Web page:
Dial Back the Crazy by Spring Cleaning Your Calendar

4 Steps to Reclaim Your Schedule Today

It’s that time of year, right? Spring cleaning. It’s an annual tradition that goes back forever. And most of us get a piece of the action. Seven in ten Americans participate every year.

I’ve seen dozens of spring cleaning checklists, tips, and shortcuts. But there’s one thing most of these lists miss, and it’s usually far messier than any other area of our lives: our schedules.

Calendar Clutter

Nothing gets filled up with useless odds and ends like a calendar. I’m a planner by nature, and this is seriously the hardest challenge I face. I bet many of you struggle with the same thing.

You know the story: past commitments that don’t fit our present circumstances; too many yeses to other people’s projects; breakfast meetings, lunch dates, and dinners with clients, colleagues, and old friends you were never close with to begin with.

Between work, kids, friends, church, and our own desperate need for sleep, it feels like there just aren’t enough hours. We get 168 a week, but it usually feels like we’re trying to get by on half that.

It’s time to clean this mess up.

Reclaim Your Schedule

Whatever your worries, trust me: You’ve got this. As Daniel Harkavy and I detail in our new book, Living Forward, there are really only four steps to finally find the breathing room you need.

  1. Get clear on your priorities. We do what we value. Sometimes we list things—downtime, family meals, weekend rest—as priorities. Meanwhile, our late-night emails, drive-through windows, and hectic Saturdays tell a different story.

    When we’re clear about our priorities, we can honestly assess what’s worth doing and what’s not. There will be costs to reassessing. But there will also be major gains. FOMO is real, but it’s not worth very much.

  2. Triage your calendar. Once you know your true priorities, you can start cleaning up the rest. There are three aspects to calendar triage:
    • Protect the basics by ensuring you have enough time reserved for essentials.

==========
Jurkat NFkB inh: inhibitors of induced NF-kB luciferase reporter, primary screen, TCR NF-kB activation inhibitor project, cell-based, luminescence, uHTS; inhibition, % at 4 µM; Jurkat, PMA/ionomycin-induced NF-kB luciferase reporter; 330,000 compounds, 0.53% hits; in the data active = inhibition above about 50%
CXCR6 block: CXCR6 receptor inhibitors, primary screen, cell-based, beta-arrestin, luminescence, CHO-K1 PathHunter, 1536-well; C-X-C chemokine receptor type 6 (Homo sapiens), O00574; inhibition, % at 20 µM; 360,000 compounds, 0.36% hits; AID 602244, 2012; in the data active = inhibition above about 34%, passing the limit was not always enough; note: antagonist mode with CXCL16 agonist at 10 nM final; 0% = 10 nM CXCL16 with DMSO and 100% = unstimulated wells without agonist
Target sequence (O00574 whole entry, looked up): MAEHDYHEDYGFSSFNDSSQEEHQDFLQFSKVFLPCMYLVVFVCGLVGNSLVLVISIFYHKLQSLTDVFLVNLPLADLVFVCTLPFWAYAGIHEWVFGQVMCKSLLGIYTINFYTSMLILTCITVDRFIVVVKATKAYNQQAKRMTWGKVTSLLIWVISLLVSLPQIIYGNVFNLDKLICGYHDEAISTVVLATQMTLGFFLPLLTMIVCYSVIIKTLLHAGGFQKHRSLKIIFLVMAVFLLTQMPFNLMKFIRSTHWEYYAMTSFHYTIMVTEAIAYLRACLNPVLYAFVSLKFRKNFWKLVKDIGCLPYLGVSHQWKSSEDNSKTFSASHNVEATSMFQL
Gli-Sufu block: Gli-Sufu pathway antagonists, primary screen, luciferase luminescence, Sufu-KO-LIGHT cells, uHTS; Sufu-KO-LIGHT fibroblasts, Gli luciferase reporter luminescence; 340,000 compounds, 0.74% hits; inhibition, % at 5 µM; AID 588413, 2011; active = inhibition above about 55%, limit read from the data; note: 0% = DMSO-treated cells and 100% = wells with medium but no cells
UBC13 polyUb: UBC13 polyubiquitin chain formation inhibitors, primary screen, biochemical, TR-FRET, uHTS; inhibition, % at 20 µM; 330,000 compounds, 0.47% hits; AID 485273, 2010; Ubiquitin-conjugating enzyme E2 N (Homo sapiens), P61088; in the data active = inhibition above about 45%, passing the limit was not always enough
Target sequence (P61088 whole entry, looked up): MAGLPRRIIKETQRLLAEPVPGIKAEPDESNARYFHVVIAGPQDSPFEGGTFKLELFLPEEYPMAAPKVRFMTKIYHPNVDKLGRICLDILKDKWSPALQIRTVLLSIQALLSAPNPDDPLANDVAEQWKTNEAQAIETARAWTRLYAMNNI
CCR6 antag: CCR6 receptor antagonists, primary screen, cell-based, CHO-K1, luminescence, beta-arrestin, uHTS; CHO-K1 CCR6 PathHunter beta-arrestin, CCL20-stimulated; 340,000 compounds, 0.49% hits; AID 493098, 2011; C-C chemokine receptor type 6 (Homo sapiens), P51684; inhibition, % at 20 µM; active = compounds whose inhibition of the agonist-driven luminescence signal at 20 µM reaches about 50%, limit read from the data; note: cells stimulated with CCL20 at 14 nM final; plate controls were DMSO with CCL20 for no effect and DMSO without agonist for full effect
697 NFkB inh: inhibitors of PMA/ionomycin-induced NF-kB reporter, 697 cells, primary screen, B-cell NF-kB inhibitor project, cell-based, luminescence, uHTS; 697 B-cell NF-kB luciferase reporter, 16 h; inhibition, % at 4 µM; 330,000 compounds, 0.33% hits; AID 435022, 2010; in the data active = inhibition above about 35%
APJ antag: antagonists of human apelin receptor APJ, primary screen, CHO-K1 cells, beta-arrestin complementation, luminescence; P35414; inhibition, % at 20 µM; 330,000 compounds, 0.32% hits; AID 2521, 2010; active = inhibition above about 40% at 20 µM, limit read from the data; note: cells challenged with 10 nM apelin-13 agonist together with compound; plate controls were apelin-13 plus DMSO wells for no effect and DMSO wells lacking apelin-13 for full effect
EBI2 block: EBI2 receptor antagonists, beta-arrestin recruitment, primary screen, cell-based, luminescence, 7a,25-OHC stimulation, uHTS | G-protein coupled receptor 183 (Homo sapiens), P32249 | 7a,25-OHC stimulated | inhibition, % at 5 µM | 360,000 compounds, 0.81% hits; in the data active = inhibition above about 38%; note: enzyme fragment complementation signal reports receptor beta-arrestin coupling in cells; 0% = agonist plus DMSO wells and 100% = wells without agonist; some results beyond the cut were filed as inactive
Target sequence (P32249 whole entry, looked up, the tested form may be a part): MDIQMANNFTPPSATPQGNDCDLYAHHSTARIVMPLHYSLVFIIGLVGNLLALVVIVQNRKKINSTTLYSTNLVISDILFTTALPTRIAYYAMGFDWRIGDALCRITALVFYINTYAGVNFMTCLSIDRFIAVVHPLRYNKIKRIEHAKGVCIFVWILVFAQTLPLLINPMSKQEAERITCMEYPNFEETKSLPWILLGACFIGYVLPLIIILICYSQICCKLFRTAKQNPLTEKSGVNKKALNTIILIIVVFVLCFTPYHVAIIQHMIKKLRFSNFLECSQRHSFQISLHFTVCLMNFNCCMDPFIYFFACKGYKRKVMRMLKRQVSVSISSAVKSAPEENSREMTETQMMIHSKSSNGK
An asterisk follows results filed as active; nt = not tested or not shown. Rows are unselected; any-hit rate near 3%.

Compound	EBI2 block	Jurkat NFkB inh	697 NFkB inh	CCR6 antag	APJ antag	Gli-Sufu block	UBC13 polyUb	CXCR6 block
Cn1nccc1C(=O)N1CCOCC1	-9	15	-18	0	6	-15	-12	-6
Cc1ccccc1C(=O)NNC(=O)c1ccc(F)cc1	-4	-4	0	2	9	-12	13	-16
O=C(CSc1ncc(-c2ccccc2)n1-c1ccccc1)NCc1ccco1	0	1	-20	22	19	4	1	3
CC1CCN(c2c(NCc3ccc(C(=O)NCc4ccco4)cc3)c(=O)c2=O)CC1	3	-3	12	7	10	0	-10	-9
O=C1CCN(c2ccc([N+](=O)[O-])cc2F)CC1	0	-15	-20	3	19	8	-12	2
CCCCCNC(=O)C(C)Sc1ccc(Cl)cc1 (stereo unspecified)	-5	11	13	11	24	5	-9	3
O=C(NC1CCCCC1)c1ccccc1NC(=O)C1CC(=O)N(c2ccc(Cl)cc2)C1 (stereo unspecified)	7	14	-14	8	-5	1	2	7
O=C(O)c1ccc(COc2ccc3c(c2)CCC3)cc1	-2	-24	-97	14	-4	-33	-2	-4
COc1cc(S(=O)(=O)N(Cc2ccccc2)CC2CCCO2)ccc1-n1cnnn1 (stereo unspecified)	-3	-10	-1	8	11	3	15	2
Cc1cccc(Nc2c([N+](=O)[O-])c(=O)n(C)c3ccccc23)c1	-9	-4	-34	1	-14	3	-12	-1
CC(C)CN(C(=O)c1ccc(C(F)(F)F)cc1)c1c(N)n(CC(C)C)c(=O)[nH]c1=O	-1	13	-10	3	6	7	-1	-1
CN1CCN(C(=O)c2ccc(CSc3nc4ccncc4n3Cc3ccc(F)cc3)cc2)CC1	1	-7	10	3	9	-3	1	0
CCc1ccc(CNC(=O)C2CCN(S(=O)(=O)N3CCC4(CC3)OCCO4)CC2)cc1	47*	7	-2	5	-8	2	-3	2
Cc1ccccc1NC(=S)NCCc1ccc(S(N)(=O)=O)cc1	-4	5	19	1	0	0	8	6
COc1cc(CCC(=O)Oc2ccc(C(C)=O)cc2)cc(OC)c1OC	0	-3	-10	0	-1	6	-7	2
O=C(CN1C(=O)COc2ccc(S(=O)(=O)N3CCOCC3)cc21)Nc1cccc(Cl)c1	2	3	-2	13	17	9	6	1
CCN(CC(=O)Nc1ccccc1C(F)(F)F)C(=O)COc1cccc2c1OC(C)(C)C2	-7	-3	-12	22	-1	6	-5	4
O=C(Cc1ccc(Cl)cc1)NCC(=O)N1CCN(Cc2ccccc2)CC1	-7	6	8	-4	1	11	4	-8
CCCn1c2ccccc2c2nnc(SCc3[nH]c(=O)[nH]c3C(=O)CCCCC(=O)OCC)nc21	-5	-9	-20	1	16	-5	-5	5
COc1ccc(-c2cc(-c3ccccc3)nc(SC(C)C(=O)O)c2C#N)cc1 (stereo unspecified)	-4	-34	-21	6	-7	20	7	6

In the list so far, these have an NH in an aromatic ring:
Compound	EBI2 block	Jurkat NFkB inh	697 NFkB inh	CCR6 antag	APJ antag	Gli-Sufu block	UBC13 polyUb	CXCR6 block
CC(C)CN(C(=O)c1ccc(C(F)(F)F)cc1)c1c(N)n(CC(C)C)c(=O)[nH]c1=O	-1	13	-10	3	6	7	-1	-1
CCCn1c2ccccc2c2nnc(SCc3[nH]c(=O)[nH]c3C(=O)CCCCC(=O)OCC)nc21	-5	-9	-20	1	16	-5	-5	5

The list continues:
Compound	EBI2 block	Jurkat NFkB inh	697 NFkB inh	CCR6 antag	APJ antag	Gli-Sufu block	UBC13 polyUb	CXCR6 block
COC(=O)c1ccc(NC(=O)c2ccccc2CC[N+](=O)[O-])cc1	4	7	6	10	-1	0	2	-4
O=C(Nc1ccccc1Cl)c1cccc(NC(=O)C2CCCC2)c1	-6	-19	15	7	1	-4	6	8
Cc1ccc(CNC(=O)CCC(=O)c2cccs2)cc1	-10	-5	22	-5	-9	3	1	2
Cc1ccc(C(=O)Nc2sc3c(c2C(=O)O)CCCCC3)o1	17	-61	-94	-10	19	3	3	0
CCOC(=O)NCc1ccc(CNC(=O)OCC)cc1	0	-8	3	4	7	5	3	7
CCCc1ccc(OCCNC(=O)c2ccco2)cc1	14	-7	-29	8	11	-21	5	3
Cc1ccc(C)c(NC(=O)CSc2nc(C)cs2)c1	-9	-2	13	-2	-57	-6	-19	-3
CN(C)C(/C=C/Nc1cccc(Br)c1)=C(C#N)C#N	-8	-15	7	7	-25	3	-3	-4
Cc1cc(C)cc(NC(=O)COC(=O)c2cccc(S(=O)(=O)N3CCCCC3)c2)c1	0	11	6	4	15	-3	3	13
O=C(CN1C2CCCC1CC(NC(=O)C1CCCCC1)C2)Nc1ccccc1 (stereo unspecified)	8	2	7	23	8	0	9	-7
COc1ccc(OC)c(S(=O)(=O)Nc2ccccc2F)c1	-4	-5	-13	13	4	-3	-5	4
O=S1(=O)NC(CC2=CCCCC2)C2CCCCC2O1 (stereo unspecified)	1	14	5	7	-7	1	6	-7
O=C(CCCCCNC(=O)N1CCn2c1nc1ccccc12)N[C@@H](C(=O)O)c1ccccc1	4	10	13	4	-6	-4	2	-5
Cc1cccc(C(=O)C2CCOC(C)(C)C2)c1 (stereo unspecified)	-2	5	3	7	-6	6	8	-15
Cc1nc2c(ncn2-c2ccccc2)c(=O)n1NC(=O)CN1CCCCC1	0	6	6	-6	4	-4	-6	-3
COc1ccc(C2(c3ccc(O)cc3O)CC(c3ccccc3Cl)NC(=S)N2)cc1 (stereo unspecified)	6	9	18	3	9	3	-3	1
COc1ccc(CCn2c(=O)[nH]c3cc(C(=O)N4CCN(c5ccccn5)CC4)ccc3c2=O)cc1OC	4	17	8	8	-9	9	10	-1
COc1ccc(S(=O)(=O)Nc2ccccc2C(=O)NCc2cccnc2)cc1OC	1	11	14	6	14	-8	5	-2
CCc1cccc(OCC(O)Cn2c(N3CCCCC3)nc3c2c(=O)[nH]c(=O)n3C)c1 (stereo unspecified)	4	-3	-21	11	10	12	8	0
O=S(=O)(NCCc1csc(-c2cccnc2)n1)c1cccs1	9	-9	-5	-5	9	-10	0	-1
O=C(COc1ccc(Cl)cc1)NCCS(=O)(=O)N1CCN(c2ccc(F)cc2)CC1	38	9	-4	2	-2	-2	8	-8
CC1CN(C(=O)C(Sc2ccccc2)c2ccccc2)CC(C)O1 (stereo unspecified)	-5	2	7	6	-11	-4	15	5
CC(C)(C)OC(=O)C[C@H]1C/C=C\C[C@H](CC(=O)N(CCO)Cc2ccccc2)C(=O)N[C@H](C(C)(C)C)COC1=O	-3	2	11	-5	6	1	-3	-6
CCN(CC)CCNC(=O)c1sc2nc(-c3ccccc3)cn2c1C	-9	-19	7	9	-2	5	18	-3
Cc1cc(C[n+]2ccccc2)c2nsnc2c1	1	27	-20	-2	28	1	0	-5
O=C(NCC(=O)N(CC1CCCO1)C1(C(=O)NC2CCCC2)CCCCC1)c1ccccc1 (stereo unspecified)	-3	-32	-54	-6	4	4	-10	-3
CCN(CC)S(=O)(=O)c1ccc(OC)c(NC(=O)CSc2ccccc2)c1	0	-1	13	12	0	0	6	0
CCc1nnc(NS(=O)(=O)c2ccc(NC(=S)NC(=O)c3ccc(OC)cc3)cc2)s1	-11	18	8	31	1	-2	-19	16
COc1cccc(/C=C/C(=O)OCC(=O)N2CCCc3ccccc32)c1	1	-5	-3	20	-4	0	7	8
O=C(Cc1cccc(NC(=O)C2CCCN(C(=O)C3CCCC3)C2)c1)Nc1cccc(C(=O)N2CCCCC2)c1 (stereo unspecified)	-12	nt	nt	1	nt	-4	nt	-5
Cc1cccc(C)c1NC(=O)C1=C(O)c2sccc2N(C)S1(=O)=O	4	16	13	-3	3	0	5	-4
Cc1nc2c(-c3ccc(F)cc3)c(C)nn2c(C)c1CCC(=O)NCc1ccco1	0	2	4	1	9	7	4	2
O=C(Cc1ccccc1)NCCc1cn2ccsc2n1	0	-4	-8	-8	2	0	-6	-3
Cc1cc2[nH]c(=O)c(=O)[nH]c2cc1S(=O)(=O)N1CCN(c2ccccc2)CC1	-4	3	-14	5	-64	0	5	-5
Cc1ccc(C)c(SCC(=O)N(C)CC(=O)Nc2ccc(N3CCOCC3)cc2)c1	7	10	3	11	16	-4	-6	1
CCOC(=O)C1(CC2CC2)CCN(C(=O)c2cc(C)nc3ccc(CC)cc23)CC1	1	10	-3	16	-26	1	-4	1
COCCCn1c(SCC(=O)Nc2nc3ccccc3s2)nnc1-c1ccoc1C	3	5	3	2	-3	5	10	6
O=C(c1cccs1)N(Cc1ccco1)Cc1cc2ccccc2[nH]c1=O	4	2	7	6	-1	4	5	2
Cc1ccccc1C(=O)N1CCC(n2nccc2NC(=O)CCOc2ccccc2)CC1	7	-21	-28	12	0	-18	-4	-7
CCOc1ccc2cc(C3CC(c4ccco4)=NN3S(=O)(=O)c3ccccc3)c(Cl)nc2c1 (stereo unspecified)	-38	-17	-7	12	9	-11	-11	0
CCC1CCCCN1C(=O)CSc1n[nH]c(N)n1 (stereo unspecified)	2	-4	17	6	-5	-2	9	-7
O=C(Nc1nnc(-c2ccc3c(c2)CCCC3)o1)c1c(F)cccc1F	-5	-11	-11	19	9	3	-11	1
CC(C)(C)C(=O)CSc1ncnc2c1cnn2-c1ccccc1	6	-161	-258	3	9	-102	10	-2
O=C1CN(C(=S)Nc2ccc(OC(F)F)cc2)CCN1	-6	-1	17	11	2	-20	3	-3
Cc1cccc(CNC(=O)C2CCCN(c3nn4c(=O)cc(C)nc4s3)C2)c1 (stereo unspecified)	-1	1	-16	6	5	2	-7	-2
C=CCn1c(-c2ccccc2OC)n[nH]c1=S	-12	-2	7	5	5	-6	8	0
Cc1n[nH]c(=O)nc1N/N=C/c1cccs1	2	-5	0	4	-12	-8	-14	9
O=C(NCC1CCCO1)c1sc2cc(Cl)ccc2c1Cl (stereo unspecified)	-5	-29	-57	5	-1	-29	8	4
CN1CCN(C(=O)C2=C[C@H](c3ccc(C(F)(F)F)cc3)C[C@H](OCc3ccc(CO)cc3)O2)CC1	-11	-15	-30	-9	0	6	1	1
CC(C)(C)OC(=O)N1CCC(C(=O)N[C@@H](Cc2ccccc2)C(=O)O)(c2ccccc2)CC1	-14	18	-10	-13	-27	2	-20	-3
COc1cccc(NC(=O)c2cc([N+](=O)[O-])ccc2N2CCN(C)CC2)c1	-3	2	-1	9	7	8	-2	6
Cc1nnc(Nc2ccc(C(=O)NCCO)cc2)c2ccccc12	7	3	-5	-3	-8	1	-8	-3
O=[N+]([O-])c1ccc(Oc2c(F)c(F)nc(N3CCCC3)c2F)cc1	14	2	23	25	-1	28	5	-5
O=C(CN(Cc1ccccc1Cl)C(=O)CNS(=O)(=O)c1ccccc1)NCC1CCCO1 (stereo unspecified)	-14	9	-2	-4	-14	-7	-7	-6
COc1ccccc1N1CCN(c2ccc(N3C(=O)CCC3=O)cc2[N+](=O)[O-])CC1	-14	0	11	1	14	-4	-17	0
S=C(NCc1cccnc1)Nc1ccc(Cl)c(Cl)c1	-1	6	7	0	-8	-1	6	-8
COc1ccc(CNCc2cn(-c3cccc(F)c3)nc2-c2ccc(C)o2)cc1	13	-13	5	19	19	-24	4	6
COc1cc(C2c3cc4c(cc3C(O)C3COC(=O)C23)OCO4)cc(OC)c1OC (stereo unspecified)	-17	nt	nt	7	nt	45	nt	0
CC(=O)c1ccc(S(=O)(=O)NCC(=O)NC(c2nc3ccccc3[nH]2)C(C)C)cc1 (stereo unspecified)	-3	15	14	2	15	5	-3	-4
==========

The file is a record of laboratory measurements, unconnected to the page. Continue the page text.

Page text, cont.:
• Eliminate everything that doesn’t fit your current list of priorities.
    • Reschedule all the important-but-not-urgent stuff that remains.
  3. Create your ideal schedule. Now that your calendar is clean, it’s time to create some structure that will allow you to keep it in order. The long-term win is not just fewer commitments; it’s having the right ones.

    Given your priorities, what would your perfect week look like? Get your calendar and start blocking time accordingly. This is your opportunity to start reserving time for what really matters.

    Now think through the big non-negotiables for the year: birthdays, anniversaries, vacations, work trips, and all the rest. There’s no point being surprised by things that aren’t surprises. Get these down so you can plan around them now.

  4. Manage your sanity with a well-spoken no. Once we’ve cleaned our calendars and established the order we so desperately need, we have to maintain what we’ve cleaned. And the most important tool for that has only two letters—the word no.

    Try this on for size: “I’m sorry. I’d love to, but to honor my existing commitments, I’m going to have to say no.”

    You can word it a hundred different ways, but a response like this does a lot of work. Not only does it convey respect to the person making the request, it also protects the time you’ve reserved for yourself and other people that matter in your life.

    A well-spoken no serves to keep the clutter out and protect the space you’ve already cleaned.

Don’t let this season get away from you. More importantly, don’t let it run away with the life you deserve and want to live. Living Forward explains exactly how to walk through these four steps, but the essential thing is that you start.

If you do, you’ll reclaim valuable margin for the things that matter most.

What would reclaiming your schedule make possible for you this week?

Disclosure of Material Connection: Some of the links in the post above are “affiliate links.” This means if you click on the link and purchase the item, we will receive an affiliate commission. Regardless, we only recommend products or services we use and believe will add value to our readers. We are disclosing this in accordance with the Federal Trade Commission’s 16 CFR, Part 255: “Guides Concerning the Use of Endorsements and Testimonials in Advertising.

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